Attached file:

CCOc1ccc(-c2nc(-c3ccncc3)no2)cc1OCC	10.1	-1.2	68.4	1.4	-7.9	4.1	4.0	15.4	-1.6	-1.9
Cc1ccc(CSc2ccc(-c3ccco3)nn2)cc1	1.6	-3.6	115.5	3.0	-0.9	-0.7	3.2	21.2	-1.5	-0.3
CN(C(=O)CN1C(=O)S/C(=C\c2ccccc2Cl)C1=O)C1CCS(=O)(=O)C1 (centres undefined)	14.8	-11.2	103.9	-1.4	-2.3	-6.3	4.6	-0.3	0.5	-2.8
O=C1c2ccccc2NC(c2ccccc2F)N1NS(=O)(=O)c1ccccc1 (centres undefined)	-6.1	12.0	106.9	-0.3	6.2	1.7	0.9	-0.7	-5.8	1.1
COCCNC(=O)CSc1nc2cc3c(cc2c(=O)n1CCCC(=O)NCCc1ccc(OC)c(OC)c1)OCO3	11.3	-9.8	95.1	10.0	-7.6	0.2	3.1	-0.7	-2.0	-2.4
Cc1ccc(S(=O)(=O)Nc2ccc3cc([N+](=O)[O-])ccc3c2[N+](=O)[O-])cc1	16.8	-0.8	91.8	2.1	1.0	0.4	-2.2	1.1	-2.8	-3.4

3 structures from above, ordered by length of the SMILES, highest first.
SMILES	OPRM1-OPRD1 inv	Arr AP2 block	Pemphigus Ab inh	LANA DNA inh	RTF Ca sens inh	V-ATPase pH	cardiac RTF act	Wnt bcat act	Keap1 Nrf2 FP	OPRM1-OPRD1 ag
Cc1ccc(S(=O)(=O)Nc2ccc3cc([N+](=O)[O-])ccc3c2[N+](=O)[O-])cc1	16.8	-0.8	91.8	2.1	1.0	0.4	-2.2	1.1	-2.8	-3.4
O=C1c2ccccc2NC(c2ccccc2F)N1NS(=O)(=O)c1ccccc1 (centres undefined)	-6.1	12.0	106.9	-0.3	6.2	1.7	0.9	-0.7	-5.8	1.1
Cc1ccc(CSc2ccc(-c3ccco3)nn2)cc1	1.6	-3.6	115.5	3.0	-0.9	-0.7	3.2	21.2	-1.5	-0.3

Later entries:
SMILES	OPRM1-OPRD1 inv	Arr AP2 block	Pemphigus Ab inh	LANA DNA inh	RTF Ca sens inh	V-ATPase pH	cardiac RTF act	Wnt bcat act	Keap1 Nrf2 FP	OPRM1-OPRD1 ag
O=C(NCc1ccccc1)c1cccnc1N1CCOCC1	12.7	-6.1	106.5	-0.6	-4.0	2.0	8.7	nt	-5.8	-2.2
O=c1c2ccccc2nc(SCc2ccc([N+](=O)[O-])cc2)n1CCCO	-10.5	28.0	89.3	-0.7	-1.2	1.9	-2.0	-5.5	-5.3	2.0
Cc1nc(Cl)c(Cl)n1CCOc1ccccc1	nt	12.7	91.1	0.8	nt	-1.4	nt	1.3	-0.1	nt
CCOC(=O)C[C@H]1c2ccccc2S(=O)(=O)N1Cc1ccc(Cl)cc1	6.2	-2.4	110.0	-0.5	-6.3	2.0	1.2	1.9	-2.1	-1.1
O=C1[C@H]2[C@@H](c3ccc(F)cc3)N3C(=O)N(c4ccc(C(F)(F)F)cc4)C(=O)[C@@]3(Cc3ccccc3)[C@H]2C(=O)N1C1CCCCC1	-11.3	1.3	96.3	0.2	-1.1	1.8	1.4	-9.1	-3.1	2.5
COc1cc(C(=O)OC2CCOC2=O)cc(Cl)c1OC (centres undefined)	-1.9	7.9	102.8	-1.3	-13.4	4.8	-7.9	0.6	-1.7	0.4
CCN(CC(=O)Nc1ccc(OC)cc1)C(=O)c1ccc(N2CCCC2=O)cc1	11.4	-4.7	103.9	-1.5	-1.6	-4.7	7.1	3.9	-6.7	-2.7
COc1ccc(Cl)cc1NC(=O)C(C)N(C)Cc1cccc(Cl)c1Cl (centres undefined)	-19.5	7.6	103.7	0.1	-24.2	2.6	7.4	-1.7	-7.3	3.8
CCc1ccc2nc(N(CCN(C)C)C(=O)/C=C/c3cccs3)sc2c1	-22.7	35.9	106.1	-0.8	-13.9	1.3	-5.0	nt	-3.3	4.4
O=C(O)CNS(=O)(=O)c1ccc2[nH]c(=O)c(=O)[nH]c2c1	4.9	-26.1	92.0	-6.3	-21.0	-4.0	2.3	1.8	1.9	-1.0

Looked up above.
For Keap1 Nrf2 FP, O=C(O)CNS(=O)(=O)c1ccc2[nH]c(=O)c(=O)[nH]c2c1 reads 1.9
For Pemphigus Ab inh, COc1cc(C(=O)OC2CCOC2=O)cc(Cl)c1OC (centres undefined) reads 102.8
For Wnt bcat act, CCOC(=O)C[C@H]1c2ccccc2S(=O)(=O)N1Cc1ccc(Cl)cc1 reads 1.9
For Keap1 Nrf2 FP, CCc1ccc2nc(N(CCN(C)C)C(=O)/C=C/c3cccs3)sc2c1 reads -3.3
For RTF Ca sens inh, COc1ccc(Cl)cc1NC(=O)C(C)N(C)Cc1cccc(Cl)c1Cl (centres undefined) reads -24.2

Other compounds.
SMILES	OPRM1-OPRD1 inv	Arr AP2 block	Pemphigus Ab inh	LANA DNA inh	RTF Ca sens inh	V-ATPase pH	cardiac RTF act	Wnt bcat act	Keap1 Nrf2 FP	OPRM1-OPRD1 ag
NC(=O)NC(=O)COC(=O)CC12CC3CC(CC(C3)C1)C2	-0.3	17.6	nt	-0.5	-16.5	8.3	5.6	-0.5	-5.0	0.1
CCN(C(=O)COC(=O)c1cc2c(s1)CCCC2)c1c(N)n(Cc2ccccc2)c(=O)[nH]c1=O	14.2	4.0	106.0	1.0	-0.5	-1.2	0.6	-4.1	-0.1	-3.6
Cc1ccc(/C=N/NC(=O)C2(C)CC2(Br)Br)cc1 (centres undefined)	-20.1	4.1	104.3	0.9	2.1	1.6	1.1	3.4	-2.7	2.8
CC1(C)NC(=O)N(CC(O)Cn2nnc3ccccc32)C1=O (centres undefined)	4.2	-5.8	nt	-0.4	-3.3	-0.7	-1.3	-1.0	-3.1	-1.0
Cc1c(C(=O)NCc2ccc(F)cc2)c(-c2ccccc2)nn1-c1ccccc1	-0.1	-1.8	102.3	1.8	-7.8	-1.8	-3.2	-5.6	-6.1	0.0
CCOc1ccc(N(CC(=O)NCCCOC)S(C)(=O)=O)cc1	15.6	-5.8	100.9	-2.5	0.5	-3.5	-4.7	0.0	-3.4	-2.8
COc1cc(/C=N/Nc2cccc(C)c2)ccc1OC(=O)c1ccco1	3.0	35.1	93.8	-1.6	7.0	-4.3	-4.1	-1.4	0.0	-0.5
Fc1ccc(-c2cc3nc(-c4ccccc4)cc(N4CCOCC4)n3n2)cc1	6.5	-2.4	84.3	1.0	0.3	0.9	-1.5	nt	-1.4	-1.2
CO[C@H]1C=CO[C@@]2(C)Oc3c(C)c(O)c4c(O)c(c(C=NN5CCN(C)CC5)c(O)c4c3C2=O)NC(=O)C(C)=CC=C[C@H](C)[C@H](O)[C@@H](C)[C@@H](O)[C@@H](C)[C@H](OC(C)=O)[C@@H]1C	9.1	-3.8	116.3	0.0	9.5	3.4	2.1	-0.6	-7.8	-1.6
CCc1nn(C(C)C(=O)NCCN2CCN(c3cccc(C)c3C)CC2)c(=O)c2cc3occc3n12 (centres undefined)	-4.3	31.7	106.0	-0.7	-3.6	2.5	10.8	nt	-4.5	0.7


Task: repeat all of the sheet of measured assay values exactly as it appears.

CCOc1ccc(-c2nc(-c3ccncc3)no2)cc1OCC	10.1	-1.2	68.4	1.4	-7.9	4.1	4.0	15.4	-1.6	-1.9
Cc1ccc(CSc2ccc(-c3ccco3)nn2)cc1	1.6	-3.6	115.5	3.0	-0.9	-0.7	3.2	21.2	-1.5	-0.3
CN(C(=O)CN1C(=O)S/C(=C\c2ccccc2Cl)C1=O)C1CCS(=O)(=O)C1 (centres undefined)	14.8	-11.2	103.9	-1.4	-2.3	-6.3	4.6	-0.3	0.5	-2.8
O=C1c2ccccc2NC(c2ccccc2F)N1NS(=O)(=O)c1ccccc1 (centres undefined)	-6.1	12.0	106.9	-0.3	6.2	1.7	0.9	-0.7	-5.8	1.1
COCCNC(=O)CSc1nc2cc3c(cc2c(=O)n1CCCC(=O)NCCc1ccc(OC)c(OC)c1)OCO3	11.3	-9.8	95.1	10.0	-7.6	0.2	3.1	-0.7	-2.0	-2.4
Cc1ccc(S(=O)(=O)Nc2ccc3cc([N+](=O)[O-])ccc3c2[N+](=O)[O-])cc1	16.8	-0.8	91.8	2.1	1.0	0.4	-2.2	1.1	-2.8	-3.4

3 structures from above, ordered by length of the SMILES, highest first.
SMILES	OPRM1-OPRD1 inv	Arr AP2 block	Pemphigus Ab inh	LANA DNA inh	RTF Ca sens inh	V-ATPase pH	cardiac RTF act	Wnt bcat act	Keap1 Nrf2 FP	OPRM1-OPRD1 ag
Cc1ccc(S(=O)(=O)Nc2ccc3cc([N+](=O)[O-])ccc3c2[N+](=O)[O-])cc1	16.8	-0.8	91.8	2.1	1.0	0.4	-2.2	1.1	-2.8	-3.4
O=C1c2ccccc2NC(c2ccccc2F)N1NS(=O)(=O)c1ccccc1 (centres undefined)	-6.1	12.0	106.9	-0.3	6.2	1.7	0.9	-0.7	-5.8	1.1
Cc1ccc(CSc2ccc(-c3ccco3)nn2)cc1	1.6	-3.6	115.5	3.0	-0.9	-0.7	3.2	21.2	-1.5	-0.3

Later entries:
SMILES	OPRM1-OPRD1 inv	Arr AP2 block	Pemphigus Ab inh	LANA DNA inh	RTF Ca sens inh	V-ATPase pH	cardiac RTF act	Wnt bcat act	Keap1 Nrf2 FP	OPRM1-OPRD1 ag
O=C(NCc1ccccc1)c1cccnc1N1CCOCC1	12.7	-6.1	106.5	-0.6	-4.0	2.0	8.7	nt	-5.8	-2.2
O=c1c2ccccc2nc(SCc2ccc([N+](=O)[O-])cc2)n1CCCO	-10.5	28.0	89.3	-0.7	-1.2	1.9	-2.0	-5.5	-5.3	2.0
Cc1nc(Cl)c(Cl)n1CCOc1ccccc1	nt	12.7	91.1	0.8	nt	-1.4	nt	1.3	-0.1	nt
CCOC(=O)C[C@H]1c2ccccc2S(=O)(=O)N1Cc1ccc(Cl)cc1	6.2	-2.4	110.0	-0.5	-6.3	2.0	1.2	1.9	-2.1	-1.1
O=C1[C@H]2[C@@H](c3ccc(F)cc3)N3C(=O)N(c4ccc(C(F)(F)F)cc4)C(=O)[C@@]3(Cc3ccccc3)[C@H]2C(=O)N1C1CCCCC1	-11.3	1.3	96.3	0.2	-1.1	1.8	1.4	-9.1	-3.1	2.5
COc1cc(C(=O)OC2CCOC2=O)cc(Cl)c1OC (centres undefined)	-1.9	7.9	102.8	-1.3	-13.4	4.8	-7.9	0.6	-1.7	0.4
CCN(CC(=O)Nc1ccc(OC)cc1)C(=O)c1ccc(N2CCCC2=O)cc1	11.4	-4.7	103.9	-1.5	-1.6	-4.7	7.1	3.9	-6.7	-2.7
COc1ccc(Cl)cc1NC(=O)C(C)N(C)Cc1cccc(Cl)c1Cl (centres undefined)	-19.5	7.6	103.7	0.1	-24.2	2.6	7.4	-1.7	-7.3	3.8
CCc1ccc2nc(N(CCN(C)C)C(=O)/C=C/c3cccs3)sc2c1	-22.7	35.9	106.1	-0.8	-13.9	1.3	-5.0	nt	-3.3	4.4
O=C(O)CNS(=O)(=O)c1ccc2[nH]c(=O)c(=O)[nH]c2c1	4.9	-26.1	92.0	-6.3	-21.0	-4.0	2.3	1.8	1.9	-1.0

Looked up above.
For Keap1 Nrf2 FP, O=C(O)CNS(=O)(=O)c1ccc2[nH]c(=O)c(=O)[nH]c2c1 reads 1.9
For Pemphigus Ab inh, COc1cc(C(=O)OC2CCOC2=O)cc(Cl)c1OC (centres undefined) reads 102.8
For Wnt bcat act, CCOC(=O)C[C@H]1c2ccccc2S(=O)(=O)N1Cc1ccc(Cl)cc1 reads 1.9
For Keap1 Nrf2 FP, CCc1ccc2nc(N(CCN(C)C)C(=O)/C=C/c3cccs3)sc2c1 reads -3.3
For RTF Ca sens inh, COc1ccc(Cl)cc1NC(=O)C(C)N(C)Cc1cccc(Cl)c1Cl (centres undefined) reads -24.2

Other compounds.
SMILES	OPRM1-OPRD1 inv	Arr AP2 block	Pemphigus Ab inh	LANA DNA inh	RTF Ca sens inh	V-ATPase pH	cardiac RTF act	Wnt bcat act	Keap1 Nrf2 FP	OPRM1-OPRD1 ag
NC(=O)NC(=O)COC(=O)CC12CC3CC(CC(C3)C1)C2	-0.3	17.6	nt	-0.5	-16.5	8.3	5.6	-0.5	-5.0	0.1
CCN(C(=O)COC(=O)c1cc2c(s1)CCCC2)c1c(N)n(Cc2ccccc2)c(=O)[nH]c1=O	14.2	4.0	106.0	1.0	-0.5	-1.2	0.6	-4.1	-0.1	-3.6
Cc1ccc(/C=N/NC(=O)C2(C)CC2(Br)Br)cc1 (centres undefined)	-20.1	4.1	104.3	0.9	2.1	1.6	1.1	3.4	-2.7	2.8
CC1(C)NC(=O)N(CC(O)Cn2nnc3ccccc32)C1=O (centres undefined)	4.2	-5.8	nt	-0.4	-3.3	-0.7	-1.3	-1.0	-3.1	-1.0
Cc1c(C(=O)NCc2ccc(F)cc2)c(-c2ccccc2)nn1-c1ccccc1	-0.1	-1.8	102.3	1.8	-7.8	-1.8	-3.2	-5.6	-6.1	0.0
CCOc1ccc(N(CC(=O)NCCCOC)S(C)(=O)=O)cc1	15.6	-5.8	100.9	-2.5	0.5	-3.5	-4.7	0.0	-3.4	-2.8
COc1cc(/C=N/Nc2cccc(C)c2)ccc1OC(=O)c1ccco1	3.0	35.1	93.8	-1.6	7.0	-4.3	-4.1	-1.4	0.0	-0.5
Fc1ccc(-c2cc3nc(-c4ccccc4)cc(N4CCOCC4)n3n2)cc1	6.5	-2.4	84.3	1.0	0.3	0.9	-1.5	nt	-1.4	-1.2
CO[C@H]1C=CO[C@@]2(C)Oc3c(C)c(O)c4c(O)c(c(C=NN5CCN(C)CC5)c(O)c4c3C2=O)NC(=O)C(C)=CC=C[C@H](C)[C@H](O)[C@@H](C)[C@@H](O)[C@@H](C)[C@H](OC(C)=O)[C@@H]1C	9.1	-3.8	116.3	0.0	9.5	3.4	2.1	-0.6	-7.8	-1.6
CCc1nn(C(C)C(=O)NCCN2CCN(c3cccc(C)c3C)CC2)c(=O)c2cc3occc3n12 (centres undefined)	-4.3	31.7	106.0	-0.7	-3.6	2.5	10.8	nt	-4.5	0.7